Science

Endangered snow leopards that caught COVID-19 at San Diego zoo showing signs of improvement 

Pair of endangered snow leopards that caught COVID-19 at San Diego zoo last month are showing signs of improvement

  • The two snow leopards that tested positive for COVID-19 at the San Diego Zoo last month are recovering 
  • The leopards’ coughs are diminishing and they don’t show other signs
  • Three-year-old Naphisa and 9-year-old Ramil tested positive late in July 
  • It’s unclear how the two big cats contracted the virus 
  • There are an estimated 4,080-6,590 snow leopards in the wild 

The two endangered snow leopards that tested positive for COVID-19 at the San Diego Zoo a week and a half ago are recovering, officials said in an update. 

‘The male and female snow leopards, suspected to have contracted the virus that causes COVID-19, are not showing any concerning signs of illness other than coughs that are diminishing,’ a San Diego Zoo spokesperson told DailyMail.com on Monday. ‘They are eating and moving about normally.’

Three-year-old Naphisa and 9-year-old Ramil tested positive late in July after experts at the zoo tested stool samples for both mammals, according to the San Diego Tribune. 

Naphisa first showed symptoms the week of July 23, according to the zoo’s Twitter account. A few days later, Ramil also began to show symptoms.

The two snow leopards that tested positive for COVID-19 at the San Diego Zoo last month are recovering. The leopards' coughs are diminishing and they don't show other signs, officials told DailyMail.com

The two snow leopards that tested positive for COVID-19 at the San Diego Zoo last month are recovering. The leopards’ coughs are diminishing and they don’t show other signs, officials told DailyMail.com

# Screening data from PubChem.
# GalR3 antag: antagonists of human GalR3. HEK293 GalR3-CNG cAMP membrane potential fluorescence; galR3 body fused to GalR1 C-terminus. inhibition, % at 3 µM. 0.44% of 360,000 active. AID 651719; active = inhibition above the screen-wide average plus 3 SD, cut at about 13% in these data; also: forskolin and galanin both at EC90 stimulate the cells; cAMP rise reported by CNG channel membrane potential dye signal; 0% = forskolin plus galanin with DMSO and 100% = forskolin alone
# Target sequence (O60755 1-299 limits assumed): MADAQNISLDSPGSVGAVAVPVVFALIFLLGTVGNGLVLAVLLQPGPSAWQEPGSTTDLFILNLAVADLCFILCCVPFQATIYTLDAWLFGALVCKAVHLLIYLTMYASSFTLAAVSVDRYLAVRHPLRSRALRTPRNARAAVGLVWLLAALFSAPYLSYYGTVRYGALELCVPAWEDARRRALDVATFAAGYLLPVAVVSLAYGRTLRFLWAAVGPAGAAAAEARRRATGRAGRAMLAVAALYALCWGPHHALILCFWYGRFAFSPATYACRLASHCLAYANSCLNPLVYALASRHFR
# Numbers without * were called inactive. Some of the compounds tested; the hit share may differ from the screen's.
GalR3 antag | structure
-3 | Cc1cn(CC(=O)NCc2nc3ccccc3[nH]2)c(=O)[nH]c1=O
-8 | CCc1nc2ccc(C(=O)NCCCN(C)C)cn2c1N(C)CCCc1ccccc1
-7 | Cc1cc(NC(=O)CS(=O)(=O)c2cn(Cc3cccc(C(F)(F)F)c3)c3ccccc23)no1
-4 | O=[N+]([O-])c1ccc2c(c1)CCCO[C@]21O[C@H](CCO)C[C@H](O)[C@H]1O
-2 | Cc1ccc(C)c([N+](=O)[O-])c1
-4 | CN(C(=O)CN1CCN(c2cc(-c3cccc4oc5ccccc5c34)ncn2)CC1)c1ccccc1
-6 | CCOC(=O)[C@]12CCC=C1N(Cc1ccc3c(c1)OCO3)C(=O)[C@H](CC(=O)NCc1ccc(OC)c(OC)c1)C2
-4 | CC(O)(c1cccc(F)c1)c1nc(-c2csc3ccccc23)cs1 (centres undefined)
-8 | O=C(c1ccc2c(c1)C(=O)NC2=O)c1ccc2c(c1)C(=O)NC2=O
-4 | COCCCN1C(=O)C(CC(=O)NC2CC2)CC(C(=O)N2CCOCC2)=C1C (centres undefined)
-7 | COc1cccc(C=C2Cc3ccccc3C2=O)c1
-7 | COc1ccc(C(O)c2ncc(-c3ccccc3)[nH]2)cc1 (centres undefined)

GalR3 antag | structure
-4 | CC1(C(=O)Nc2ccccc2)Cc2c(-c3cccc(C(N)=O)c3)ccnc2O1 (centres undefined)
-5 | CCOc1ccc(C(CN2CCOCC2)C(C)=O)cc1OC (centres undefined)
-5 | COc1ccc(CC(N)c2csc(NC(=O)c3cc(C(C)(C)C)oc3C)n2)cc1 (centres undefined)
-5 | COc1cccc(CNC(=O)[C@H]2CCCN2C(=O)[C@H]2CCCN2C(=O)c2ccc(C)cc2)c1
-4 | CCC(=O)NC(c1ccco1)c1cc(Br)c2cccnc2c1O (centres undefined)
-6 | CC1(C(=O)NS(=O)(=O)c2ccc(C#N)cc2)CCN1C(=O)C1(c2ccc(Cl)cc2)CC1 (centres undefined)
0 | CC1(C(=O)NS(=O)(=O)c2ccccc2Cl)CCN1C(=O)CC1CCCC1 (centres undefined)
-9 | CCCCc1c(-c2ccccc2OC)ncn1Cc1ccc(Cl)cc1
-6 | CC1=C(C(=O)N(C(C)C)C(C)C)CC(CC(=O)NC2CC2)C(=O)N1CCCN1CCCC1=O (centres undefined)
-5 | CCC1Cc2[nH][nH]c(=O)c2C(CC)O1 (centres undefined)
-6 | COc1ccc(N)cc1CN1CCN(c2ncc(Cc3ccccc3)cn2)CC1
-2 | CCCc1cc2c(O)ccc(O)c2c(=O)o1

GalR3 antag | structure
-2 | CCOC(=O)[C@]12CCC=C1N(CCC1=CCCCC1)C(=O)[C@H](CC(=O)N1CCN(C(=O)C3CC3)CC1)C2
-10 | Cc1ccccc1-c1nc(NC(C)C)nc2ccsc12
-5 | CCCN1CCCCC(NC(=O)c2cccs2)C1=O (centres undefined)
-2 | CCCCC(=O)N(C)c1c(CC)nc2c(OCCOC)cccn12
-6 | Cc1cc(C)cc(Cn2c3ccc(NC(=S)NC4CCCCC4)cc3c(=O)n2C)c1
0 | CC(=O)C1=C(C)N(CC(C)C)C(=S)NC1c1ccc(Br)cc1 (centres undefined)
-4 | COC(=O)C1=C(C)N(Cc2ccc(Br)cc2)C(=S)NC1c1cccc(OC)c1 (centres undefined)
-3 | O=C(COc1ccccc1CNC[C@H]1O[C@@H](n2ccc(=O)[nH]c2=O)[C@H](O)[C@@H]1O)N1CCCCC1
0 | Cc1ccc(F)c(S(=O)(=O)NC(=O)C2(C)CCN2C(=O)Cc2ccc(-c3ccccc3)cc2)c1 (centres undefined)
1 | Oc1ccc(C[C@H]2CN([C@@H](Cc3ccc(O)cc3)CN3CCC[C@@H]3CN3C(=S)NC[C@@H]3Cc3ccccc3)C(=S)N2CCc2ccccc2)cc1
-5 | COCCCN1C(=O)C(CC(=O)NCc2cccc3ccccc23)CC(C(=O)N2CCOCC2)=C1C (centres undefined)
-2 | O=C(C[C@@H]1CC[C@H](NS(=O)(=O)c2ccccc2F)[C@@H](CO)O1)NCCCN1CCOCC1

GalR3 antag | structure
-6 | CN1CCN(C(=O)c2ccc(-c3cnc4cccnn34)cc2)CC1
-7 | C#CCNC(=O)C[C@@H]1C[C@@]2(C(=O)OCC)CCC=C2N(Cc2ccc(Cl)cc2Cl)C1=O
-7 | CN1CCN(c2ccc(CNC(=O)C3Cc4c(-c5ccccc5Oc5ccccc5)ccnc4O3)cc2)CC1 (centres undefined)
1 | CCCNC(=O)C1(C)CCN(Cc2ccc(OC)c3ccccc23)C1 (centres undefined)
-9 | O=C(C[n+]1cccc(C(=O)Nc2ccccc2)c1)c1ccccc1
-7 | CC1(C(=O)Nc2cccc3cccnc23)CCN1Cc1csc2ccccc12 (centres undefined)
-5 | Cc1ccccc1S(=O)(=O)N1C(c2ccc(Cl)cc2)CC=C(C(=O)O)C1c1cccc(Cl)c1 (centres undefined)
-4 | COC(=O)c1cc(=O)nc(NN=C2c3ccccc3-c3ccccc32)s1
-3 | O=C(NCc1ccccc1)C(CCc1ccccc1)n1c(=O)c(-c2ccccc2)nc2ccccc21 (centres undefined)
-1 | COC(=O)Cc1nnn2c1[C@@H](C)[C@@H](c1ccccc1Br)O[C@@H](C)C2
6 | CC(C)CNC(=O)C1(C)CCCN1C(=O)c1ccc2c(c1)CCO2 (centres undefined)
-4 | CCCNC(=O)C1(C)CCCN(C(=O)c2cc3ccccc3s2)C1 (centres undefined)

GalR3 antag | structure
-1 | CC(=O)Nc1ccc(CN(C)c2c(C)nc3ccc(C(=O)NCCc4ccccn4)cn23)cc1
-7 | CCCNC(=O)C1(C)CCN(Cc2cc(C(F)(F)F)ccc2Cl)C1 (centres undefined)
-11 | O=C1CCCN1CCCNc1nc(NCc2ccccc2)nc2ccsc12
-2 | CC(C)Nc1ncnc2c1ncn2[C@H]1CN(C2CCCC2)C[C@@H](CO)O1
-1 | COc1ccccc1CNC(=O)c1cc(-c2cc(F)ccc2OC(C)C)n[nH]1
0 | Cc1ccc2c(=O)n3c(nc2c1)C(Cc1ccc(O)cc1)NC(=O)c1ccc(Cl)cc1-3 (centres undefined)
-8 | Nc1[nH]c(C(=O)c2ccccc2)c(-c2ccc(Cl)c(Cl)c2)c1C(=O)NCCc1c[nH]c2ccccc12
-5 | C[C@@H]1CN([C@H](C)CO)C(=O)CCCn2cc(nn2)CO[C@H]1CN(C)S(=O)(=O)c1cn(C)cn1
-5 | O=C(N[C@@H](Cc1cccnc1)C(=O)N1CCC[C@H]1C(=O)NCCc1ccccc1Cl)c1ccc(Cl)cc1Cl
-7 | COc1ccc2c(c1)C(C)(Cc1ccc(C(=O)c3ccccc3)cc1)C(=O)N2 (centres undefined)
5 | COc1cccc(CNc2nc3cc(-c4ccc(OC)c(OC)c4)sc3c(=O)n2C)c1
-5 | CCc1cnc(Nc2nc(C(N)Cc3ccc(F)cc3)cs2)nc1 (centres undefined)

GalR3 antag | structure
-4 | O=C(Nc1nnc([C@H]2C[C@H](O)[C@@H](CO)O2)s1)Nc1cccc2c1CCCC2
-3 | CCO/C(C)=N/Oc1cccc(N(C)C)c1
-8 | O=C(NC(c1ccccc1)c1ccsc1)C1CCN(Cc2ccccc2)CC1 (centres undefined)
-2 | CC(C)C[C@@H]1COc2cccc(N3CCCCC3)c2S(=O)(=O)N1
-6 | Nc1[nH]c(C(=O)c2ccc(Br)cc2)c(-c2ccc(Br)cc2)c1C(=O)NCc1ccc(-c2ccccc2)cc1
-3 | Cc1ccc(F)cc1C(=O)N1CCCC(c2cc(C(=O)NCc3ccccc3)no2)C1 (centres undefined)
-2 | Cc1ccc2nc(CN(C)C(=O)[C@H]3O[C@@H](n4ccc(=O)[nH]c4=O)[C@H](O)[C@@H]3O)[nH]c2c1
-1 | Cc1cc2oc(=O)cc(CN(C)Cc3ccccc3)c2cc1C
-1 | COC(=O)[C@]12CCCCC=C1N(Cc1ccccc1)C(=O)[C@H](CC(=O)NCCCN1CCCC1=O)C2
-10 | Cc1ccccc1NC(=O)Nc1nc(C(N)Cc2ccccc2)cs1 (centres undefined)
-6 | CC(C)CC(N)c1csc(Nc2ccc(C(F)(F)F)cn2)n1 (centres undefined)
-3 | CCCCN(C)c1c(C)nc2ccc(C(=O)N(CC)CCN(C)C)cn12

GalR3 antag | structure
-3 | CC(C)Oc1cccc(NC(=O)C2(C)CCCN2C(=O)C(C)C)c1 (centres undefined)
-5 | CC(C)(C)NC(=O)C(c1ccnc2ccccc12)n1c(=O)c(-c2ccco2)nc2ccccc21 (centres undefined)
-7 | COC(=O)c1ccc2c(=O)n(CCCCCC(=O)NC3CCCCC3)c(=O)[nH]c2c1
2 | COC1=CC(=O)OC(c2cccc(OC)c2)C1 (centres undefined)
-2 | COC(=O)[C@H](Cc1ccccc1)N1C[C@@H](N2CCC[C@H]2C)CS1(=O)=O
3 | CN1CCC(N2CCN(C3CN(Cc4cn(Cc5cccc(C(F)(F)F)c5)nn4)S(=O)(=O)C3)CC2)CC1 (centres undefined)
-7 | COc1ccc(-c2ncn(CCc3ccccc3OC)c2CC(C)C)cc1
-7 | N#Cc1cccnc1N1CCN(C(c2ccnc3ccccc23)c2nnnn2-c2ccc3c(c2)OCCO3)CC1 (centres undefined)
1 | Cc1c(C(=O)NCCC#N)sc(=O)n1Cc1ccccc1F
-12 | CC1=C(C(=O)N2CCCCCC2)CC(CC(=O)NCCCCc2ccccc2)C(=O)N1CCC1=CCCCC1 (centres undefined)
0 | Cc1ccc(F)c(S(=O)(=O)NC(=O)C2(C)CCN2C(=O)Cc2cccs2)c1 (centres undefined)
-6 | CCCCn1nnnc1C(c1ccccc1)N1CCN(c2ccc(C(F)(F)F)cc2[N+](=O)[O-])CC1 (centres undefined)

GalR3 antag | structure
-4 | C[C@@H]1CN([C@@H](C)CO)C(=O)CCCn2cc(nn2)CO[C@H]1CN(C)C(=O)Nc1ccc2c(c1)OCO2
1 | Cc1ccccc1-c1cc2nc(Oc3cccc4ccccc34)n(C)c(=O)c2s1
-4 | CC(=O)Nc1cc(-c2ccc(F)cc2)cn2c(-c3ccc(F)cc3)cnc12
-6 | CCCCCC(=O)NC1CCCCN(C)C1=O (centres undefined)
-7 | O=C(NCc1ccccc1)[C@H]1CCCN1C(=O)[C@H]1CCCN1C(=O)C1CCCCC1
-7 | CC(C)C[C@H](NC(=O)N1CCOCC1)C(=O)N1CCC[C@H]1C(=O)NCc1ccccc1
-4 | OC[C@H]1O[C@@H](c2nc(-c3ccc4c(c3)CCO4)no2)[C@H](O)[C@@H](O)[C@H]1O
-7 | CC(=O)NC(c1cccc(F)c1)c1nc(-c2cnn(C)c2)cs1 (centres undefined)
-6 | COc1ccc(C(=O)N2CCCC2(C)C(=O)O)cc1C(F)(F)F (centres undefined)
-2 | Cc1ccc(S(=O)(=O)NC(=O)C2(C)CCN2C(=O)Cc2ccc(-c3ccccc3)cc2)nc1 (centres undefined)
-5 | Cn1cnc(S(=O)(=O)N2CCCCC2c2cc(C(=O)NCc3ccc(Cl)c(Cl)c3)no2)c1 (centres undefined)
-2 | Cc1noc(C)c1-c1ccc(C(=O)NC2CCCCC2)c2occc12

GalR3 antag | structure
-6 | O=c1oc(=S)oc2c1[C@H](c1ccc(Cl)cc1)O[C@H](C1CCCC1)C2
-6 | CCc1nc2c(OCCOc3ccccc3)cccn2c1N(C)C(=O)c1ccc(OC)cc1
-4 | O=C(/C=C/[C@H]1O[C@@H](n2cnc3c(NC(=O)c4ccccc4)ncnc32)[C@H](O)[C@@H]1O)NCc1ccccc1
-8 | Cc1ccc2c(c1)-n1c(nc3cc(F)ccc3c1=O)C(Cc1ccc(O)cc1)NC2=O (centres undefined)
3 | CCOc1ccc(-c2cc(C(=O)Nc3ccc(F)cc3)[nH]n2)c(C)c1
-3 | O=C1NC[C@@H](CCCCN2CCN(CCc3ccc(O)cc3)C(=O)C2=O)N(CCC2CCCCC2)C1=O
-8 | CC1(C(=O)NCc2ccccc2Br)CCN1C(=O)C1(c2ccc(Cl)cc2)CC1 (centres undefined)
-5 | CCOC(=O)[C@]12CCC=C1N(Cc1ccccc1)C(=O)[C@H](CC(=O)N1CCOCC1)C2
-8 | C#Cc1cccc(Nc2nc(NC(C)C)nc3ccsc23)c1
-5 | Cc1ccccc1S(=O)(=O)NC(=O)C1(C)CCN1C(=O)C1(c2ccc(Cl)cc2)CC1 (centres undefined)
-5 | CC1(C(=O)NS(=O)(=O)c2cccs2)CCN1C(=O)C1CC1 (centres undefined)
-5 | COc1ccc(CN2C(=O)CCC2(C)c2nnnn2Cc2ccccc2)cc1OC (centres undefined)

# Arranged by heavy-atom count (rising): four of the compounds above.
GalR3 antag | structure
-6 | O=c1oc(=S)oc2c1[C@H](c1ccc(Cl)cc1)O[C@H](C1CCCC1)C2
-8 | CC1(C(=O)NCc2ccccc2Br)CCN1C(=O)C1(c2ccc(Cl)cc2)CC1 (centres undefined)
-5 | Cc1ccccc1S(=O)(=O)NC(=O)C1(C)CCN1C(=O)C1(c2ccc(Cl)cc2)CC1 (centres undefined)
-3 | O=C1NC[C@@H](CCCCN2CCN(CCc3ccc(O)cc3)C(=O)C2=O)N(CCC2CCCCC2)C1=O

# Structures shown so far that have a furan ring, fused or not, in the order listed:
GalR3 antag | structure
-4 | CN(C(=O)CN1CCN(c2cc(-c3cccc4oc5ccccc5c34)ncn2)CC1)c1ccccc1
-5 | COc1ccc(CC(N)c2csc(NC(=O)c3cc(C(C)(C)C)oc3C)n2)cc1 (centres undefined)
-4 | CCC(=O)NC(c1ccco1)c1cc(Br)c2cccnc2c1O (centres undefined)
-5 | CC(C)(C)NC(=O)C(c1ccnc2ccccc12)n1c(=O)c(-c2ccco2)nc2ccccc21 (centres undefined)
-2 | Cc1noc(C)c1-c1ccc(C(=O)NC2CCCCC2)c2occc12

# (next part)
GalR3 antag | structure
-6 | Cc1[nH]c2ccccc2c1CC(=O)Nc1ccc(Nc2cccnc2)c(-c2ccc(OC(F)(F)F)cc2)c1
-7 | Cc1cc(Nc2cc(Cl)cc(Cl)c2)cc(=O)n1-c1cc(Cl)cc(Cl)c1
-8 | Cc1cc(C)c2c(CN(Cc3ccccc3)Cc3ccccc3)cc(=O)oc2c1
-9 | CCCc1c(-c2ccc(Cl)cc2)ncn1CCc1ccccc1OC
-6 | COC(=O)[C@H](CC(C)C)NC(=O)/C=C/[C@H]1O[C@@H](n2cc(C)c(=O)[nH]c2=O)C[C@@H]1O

Three-year-old Naphisa and 9-year-old Ramil tested positive late in July. It's unclear how the two big cats contracted the virus

Three-year-old Naphisa and 9-year-old Ramil tested positive late in July. It’s unclear how the two big cats contracted the virus

The two Amur leopards that share the enclosure with the snow leopards have not shown any sign of illness. 

‘Our dedicated team of specialists will continue to provide all four leopards the best care available – monitoring them closely and treating symptoms as they may arise,’ the spokesperson added. 

It’s unclear at this time how the two big cats contracted the virus, but the Tribune noted that other animals at the zoo have been infected.

In January, a gorilla troop became infected after they were exposed to a keeper who was also infected, but did not show symptoms. The gorillas have since recovered, the outlet added. 

The snow leopards are the only two at the zoo, which has had the animals in its care since the first arrived in 1949. Thirteen cubs have been born at the park since then

The snow leopards are the only two at the zoo, which has had the animals in its care since the first arrived in 1949. Thirteen cubs have been born at the park since then

The snow leopards are the only two at the zoo.

The zoo has kept snow leopards since 1949, and thirteen cubs have been born at the park since then.

There are an estimated 4,080-6,590 snow leopards – and 90 Amur leopards- in the wild, according to the World Wildlife Fund, but exact numbers are hard to come by because of the cats’ remote habitat and natural shyness.

Snow leopards are listed as ‘vulnerable’ by the International Union for Conservation of Nature, with poachers hunting them for their fur and mining in high mountain ranges meaning increased competition for space and food. 

Scent sprays are added to boulders, logs, and ground cover in their rocky enclosure, and bones and other food items are placed in challenging areas, to encourage exercise and mental stimulation.


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